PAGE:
The constant growth of the offshore oil and gas industry raised questions about its impact on marine ecosystems and biological resources. Considering the potential adverse impacts on the marine environment, a greater level and continuous monitoring of the offshore sites, detecting the presence of pollutants, may be required.

Our research was focused on the design of an autonomous system for detection of heavy metals in water by spectrophotometric analysis. The ground-breaking idea is the implementation of a system inspired to the latest innovative techniques in the field of the microfluidic analysis, based on Lab-on-Chip. Such a choice is due to the unique advantages in terms of reduction of sample and reagents volumes, energy budget and analysis times, besides the possible multi-element analysis on the same sample.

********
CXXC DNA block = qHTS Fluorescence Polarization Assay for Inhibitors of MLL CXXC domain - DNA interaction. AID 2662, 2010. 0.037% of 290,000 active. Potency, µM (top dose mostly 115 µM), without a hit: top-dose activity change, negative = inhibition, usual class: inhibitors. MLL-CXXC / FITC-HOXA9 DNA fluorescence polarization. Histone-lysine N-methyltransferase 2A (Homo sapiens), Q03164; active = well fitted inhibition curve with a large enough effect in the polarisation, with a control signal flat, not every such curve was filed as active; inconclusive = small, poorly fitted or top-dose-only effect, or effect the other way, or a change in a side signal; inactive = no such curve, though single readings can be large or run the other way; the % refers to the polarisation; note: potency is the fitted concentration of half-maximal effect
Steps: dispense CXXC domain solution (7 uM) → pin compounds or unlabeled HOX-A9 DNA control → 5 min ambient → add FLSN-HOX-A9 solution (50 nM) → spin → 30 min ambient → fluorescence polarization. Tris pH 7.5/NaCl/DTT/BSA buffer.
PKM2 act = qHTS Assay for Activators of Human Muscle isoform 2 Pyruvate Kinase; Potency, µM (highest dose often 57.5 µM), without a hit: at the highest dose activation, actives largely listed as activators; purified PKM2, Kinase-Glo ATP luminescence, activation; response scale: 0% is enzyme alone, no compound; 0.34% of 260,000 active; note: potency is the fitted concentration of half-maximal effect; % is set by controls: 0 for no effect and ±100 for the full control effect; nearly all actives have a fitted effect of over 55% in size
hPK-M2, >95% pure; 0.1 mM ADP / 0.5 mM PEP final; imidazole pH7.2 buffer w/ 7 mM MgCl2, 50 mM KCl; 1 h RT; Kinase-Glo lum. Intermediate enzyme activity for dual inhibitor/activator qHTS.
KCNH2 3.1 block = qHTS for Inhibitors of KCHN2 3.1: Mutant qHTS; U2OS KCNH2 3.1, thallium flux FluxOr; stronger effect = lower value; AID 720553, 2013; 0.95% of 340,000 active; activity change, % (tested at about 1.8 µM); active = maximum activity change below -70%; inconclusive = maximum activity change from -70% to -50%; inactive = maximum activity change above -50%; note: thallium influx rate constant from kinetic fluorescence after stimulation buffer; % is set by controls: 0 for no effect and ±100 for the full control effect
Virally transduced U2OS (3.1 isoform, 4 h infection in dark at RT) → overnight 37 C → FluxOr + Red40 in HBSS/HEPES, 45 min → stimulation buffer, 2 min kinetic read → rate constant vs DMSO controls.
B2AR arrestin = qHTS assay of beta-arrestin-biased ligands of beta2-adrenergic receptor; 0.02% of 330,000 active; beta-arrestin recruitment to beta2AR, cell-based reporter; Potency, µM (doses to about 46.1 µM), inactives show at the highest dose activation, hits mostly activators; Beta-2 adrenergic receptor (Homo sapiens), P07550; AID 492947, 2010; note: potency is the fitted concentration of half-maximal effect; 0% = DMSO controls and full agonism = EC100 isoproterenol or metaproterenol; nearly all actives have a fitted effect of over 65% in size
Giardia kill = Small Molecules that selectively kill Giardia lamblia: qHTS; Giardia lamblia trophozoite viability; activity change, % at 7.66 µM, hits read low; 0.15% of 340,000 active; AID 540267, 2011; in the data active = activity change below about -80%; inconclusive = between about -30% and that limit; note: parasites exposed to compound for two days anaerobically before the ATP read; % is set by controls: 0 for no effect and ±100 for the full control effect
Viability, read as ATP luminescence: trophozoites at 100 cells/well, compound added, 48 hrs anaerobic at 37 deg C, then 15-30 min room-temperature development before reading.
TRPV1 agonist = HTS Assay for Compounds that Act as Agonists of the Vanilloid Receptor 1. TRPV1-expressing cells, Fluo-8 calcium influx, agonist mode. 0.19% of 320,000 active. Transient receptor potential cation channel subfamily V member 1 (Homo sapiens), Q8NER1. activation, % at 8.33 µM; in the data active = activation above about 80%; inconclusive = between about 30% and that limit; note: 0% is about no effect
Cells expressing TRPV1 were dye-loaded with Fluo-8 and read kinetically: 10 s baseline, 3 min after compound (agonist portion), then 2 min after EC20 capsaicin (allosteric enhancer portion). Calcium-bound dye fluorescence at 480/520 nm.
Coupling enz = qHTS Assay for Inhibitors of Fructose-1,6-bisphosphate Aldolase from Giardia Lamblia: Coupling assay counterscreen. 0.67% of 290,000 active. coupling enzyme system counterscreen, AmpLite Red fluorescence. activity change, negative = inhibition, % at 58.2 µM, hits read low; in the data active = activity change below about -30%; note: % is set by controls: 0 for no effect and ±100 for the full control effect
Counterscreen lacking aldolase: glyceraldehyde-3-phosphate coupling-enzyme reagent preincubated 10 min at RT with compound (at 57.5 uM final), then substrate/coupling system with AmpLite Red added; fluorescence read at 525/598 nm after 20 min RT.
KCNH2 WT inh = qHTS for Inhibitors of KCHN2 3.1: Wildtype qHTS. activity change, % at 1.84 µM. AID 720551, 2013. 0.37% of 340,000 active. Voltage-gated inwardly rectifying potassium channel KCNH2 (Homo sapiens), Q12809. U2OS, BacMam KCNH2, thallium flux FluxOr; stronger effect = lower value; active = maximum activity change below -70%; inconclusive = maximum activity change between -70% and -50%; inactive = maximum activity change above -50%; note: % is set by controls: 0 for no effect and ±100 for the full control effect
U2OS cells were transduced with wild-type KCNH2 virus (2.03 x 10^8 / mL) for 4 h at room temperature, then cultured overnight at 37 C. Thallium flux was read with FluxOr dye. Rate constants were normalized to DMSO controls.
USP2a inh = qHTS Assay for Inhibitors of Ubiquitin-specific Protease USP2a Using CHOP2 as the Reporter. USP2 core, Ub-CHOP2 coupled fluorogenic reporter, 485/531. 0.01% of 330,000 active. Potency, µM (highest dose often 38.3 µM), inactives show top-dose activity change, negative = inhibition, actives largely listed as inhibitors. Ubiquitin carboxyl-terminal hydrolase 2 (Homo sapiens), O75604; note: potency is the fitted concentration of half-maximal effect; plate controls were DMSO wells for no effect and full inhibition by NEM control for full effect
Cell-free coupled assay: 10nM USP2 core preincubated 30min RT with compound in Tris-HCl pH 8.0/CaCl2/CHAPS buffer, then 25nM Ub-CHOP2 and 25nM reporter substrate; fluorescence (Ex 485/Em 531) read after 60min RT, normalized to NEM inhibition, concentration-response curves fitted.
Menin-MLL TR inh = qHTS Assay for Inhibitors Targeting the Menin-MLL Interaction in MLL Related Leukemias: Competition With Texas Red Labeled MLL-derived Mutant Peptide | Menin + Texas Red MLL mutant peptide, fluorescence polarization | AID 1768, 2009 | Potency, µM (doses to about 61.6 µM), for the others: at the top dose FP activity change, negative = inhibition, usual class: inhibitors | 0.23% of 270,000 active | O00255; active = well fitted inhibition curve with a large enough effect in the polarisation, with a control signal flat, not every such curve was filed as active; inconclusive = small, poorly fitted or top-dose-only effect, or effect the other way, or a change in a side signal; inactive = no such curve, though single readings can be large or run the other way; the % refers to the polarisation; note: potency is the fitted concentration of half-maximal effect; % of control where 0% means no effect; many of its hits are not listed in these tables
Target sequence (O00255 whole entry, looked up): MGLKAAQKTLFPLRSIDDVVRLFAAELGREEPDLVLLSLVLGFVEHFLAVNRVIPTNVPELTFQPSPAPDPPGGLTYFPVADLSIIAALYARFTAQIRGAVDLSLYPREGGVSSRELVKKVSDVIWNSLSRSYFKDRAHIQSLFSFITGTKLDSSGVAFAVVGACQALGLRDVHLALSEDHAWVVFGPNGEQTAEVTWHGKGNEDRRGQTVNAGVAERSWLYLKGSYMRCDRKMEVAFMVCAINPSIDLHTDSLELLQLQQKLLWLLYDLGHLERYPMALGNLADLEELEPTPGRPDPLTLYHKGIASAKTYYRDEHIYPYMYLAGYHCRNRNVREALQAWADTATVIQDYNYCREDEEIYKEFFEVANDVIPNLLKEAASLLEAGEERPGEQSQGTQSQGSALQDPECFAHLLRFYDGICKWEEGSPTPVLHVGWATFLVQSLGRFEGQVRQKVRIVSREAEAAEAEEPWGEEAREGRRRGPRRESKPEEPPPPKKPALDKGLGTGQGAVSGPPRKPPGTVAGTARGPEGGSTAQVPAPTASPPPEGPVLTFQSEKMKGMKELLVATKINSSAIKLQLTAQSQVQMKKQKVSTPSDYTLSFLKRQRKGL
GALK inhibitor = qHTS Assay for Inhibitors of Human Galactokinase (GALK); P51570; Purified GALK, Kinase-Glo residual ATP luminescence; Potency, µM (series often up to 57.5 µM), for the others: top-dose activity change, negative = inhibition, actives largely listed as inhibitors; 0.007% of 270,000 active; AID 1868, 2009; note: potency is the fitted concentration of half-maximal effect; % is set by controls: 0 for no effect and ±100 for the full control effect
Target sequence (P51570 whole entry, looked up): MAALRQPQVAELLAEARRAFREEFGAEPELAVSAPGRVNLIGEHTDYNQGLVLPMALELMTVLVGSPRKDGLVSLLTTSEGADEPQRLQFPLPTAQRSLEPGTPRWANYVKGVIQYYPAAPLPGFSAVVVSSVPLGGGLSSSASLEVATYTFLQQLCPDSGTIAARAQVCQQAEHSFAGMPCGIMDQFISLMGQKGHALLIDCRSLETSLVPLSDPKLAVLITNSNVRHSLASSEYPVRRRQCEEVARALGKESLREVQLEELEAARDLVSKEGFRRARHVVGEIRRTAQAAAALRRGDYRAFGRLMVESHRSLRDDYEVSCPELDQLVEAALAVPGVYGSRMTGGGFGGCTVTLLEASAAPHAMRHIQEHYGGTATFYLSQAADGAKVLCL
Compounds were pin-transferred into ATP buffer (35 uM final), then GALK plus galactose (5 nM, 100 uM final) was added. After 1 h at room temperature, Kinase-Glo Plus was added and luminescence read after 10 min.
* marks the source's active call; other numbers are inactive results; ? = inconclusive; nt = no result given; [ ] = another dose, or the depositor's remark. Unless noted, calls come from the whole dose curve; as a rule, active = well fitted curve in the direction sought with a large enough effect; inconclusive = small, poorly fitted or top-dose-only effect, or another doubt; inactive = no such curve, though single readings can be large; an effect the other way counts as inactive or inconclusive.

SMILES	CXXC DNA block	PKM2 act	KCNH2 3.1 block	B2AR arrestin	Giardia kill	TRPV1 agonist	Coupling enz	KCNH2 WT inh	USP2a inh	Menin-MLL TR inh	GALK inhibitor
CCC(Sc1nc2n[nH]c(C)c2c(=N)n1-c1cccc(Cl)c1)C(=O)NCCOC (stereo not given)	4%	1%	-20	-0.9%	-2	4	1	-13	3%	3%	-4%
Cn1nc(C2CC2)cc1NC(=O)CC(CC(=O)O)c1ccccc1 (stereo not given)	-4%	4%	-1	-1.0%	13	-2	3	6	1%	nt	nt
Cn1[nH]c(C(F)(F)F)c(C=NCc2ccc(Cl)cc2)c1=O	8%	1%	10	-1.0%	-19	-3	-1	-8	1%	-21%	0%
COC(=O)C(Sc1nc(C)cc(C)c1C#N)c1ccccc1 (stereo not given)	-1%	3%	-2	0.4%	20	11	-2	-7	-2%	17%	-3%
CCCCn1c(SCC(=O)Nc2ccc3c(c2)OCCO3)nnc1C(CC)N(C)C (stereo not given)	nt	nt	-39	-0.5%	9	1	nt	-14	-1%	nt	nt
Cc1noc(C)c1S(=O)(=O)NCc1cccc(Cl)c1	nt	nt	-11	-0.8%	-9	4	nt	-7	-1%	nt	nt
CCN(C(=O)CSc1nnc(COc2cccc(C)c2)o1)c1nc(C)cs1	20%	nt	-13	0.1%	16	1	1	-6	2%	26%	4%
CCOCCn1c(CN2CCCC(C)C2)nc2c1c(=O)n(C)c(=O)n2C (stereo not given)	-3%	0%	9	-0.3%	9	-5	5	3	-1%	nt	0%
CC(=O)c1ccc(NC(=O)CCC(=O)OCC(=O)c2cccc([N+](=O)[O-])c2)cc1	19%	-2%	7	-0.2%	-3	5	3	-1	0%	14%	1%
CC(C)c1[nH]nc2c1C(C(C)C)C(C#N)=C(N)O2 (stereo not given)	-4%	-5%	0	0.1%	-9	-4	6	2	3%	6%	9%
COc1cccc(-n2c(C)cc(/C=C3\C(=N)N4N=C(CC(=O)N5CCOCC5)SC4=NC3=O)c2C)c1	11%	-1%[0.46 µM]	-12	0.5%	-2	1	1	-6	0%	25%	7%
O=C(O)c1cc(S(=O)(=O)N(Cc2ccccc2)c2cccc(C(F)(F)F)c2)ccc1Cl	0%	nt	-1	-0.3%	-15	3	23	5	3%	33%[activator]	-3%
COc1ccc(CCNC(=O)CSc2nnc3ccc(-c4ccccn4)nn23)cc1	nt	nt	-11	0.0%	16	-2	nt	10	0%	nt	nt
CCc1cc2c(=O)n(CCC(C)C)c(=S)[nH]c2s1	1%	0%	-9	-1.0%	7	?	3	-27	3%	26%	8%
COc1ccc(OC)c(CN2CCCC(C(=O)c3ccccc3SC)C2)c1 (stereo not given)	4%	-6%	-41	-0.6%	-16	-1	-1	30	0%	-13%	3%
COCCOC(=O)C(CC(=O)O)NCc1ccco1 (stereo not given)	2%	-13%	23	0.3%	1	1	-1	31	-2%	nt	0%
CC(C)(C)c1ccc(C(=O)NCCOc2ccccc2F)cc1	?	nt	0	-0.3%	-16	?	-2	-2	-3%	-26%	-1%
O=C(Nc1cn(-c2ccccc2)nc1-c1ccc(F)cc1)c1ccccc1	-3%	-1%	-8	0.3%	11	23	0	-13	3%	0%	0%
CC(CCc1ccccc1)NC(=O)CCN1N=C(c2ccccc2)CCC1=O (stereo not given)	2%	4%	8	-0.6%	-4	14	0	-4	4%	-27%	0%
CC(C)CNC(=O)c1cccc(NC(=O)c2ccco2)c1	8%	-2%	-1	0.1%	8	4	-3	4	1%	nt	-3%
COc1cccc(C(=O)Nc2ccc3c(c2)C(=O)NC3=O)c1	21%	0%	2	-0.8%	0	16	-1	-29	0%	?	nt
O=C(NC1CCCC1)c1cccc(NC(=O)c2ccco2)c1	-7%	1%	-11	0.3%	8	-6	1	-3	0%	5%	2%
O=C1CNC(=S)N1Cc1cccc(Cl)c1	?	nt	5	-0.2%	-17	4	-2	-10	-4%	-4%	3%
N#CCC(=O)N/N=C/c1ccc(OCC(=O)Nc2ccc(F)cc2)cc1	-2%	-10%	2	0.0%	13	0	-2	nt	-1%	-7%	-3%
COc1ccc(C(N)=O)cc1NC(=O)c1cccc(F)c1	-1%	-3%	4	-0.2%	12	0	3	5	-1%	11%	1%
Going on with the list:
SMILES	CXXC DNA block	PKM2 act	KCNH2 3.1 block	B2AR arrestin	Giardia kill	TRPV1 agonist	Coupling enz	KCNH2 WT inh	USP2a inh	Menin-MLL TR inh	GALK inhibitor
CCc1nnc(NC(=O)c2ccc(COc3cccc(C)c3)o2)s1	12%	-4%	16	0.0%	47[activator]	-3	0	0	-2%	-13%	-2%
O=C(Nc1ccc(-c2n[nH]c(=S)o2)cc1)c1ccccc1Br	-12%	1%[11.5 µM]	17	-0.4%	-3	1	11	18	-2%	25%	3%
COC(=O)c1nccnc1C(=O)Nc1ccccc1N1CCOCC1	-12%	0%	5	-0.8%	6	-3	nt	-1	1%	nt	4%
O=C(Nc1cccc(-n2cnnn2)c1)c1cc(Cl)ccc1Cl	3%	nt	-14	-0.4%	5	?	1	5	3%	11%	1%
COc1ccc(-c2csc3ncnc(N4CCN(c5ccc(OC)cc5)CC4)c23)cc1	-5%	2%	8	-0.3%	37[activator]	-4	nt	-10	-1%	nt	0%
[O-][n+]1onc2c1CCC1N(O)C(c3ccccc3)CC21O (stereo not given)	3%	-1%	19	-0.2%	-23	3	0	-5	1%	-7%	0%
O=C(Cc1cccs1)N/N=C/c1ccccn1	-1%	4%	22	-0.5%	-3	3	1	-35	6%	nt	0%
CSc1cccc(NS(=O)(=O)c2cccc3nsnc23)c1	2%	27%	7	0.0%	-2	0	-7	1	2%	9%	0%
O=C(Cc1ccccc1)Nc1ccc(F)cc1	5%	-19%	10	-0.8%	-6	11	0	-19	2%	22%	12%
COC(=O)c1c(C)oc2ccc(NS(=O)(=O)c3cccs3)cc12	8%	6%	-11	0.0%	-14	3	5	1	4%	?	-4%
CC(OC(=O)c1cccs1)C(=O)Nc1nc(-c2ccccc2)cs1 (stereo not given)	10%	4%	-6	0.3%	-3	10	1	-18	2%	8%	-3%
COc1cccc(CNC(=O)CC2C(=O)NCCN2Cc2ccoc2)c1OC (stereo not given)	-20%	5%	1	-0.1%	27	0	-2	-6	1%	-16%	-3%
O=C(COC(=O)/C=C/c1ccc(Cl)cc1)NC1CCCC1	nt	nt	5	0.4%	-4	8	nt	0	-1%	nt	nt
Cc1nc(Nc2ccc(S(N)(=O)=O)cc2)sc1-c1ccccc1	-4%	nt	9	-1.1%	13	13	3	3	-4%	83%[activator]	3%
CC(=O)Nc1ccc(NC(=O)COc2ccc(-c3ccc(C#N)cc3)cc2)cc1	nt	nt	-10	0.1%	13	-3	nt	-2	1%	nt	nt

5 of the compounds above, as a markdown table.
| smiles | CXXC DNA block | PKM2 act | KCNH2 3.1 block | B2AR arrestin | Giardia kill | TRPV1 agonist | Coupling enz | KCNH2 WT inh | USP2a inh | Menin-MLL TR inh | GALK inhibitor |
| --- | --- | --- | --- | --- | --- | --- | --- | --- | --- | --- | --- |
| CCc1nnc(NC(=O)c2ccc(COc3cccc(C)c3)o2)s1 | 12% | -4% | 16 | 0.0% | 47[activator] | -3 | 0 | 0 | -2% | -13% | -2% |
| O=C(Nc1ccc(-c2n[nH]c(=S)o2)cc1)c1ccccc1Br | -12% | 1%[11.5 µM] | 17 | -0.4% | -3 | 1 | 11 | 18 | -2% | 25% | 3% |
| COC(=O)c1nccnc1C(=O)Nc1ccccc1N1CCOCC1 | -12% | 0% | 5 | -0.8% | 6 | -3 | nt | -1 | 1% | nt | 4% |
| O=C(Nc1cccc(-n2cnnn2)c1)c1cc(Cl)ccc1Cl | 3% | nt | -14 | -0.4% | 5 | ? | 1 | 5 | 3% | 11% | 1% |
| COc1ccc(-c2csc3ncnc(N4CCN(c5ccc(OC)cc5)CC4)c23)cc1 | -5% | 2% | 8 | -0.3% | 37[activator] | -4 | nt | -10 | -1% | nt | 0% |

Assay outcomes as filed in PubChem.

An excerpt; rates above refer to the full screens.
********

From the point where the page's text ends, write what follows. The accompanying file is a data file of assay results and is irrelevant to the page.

Hexavalent Chrome and Zinc were first considered as detected metal ions, by Diphenylcarbazide and Zincon methods respectively. Main process parameters were individually optimized, to be suitable for a miniaturized and portable device, for real time monitoring system, starting from the standard methods reported in literature. Finally, the optimized values were merged to test any possible mutual effects.

In both cases, the optimized method provided a good agreement of the calibration curve with Lambert & Beer law, till metal concentrations of 5-10 ppb. Test on the bench prototype confirmed the encouraging results obtained at laboratory scale; moreover, test on the field demonstrated the validity of the system and its complete automation.


The greatly increased circulation of toxic metals through the soil, water, and air and their inevitable transfer to the human food chain remains an important environmental issue which entails some unknown risks for future generations. [1]

Heavy metals are often referred to as "trace metals", occurring in low concentrations in organisms.

Serious global health concerns are due to the build-up of heavy metals and metalloids in soils and waters, as these metals and metalloids cannot be degraded into non-toxic forms b0ut persist in the ecosystem. [2,3]

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